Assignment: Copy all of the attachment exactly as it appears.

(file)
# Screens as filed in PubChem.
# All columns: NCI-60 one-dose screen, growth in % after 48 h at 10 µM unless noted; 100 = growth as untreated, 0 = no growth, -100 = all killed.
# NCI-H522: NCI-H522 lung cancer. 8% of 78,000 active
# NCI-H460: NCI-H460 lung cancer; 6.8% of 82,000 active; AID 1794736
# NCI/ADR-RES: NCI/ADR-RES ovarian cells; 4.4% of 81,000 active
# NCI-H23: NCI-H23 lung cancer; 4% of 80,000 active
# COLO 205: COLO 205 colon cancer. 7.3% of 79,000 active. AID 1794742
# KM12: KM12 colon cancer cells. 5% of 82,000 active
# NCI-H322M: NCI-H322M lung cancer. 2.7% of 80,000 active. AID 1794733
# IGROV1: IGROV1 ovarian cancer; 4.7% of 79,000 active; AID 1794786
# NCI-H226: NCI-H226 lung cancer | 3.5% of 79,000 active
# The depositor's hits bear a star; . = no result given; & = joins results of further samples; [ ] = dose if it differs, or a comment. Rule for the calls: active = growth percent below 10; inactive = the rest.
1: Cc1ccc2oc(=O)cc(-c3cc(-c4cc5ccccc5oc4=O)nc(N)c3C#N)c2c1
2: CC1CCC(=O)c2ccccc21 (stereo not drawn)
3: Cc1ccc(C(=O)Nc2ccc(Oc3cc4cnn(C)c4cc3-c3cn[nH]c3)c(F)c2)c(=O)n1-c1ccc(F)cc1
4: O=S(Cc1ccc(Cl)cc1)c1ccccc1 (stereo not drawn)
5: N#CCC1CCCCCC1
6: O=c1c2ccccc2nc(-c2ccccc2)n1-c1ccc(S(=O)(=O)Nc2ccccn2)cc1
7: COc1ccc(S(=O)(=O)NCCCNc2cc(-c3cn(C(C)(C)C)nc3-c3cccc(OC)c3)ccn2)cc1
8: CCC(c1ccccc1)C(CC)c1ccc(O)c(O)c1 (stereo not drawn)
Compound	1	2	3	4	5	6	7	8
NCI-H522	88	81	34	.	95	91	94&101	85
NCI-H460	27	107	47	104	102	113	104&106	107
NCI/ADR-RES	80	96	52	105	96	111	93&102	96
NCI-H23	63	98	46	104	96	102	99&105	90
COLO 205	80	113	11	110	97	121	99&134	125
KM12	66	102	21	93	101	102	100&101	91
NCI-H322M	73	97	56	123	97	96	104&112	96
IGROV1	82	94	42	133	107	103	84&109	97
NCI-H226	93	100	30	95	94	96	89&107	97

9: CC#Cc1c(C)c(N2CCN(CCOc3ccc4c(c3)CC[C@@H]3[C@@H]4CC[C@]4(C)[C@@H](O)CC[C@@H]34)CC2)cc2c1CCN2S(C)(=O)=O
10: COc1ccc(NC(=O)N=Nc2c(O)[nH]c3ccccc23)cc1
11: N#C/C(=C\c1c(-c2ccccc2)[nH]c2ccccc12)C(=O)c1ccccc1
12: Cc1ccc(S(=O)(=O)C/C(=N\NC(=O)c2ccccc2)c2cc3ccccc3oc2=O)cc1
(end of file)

# Screens as filed in PubChem.
# All columns: NCI-60 one-dose screen, growth in % after 48 h at 10 µM unless noted; 100 = growth as untreated, 0 = no growth, -100 = all killed.
# NCI-H522: NCI-H522 lung cancer. 8% of 78,000 active
# NCI-H460: NCI-H460 lung cancer; 6.8% of 82,000 active; AID 1794736
# NCI/ADR-RES: NCI/ADR-RES ovarian cells; 4.4% of 81,000 active
# NCI-H23: NCI-H23 lung cancer; 4% of 80,000 active
# COLO 205: COLO 205 colon cancer. 7.3% of 79,000 active. AID 1794742
# KM12: KM12 colon cancer cells. 5% of 82,000 active
# NCI-H322M: NCI-H322M lung cancer. 2.7% of 80,000 active. AID 1794733
# IGROV1: IGROV1 ovarian cancer; 4.7% of 79,000 active; AID 1794786
# NCI-H226: NCI-H226 lung cancer | 3.5% of 79,000 active
# The depositor's hits bear a star; . = no result given; & = joins results of further samples; [ ] = dose if it differs, or a comment. Rule for the calls: active = growth percent below 10; inactive = the rest.
1: Cc1ccc2oc(=O)cc(-c3cc(-c4cc5ccccc5oc4=O)nc(N)c3C#N)c2c1
2: CC1CCC(=O)c2ccccc21 (stereo not drawn)
3: Cc1ccc(C(=O)Nc2ccc(Oc3cc4cnn(C)c4cc3-c3cn[nH]c3)c(F)c2)c(=O)n1-c1ccc(F)cc1
4: O=S(Cc1ccc(Cl)cc1)c1ccccc1 (stereo not drawn)
5: N#CCC1CCCCCC1
6: O=c1c2ccccc2nc(-c2ccccc2)n1-c1ccc(S(=O)(=O)Nc2ccccn2)cc1
7: COc1ccc(S(=O)(=O)NCCCNc2cc(-c3cn(C(C)(C)C)nc3-c3cccc(OC)c3)ccn2)cc1
8: CCC(c1ccccc1)C(CC)c1ccc(O)c(O)c1 (stereo not drawn)
Compound	1	2	3	4	5	6	7	8
NCI-H522	88	81	34	.	95	91	94&101	85
NCI-H460	27	107	47	104	102	113	104&106	107
NCI/ADR-RES	80	96	52	105	96	111	93&102	96
NCI-H23	63	98	46	104	96	102	99&105	90
COLO 205	80	113	11	110	97	121	99&134	125
KM12	66	102	21	93	101	102	100&101	91
NCI-H322M	73	97	56	123	97	96	104&112	96
IGROV1	82	94	42	133	107	103	84&109	97
NCI-H226	93	100	30	95	94	96	89&107	97

9: CC#Cc1c(C)c(N2CCN(CCOc3ccc4c(c3)CC[C@@H]3[C@@H]4CC[C@]4(C)[C@@H](O)CC[C@@H]34)CC2)cc2c1CCN2S(C)(=O)=O
10: COc1ccc(NC(=O)N=Nc2c(O)[nH]c3ccccc23)cc1
11: N#C/C(=C\c1c(-c2ccccc2)[nH]c2ccccc12)C(=O)c1ccccc1
12: Cc1ccc(S(=O)(=O)C/C(=N\NC(=O)c2ccccc2)c2cc3ccccc3oc2=O)cc1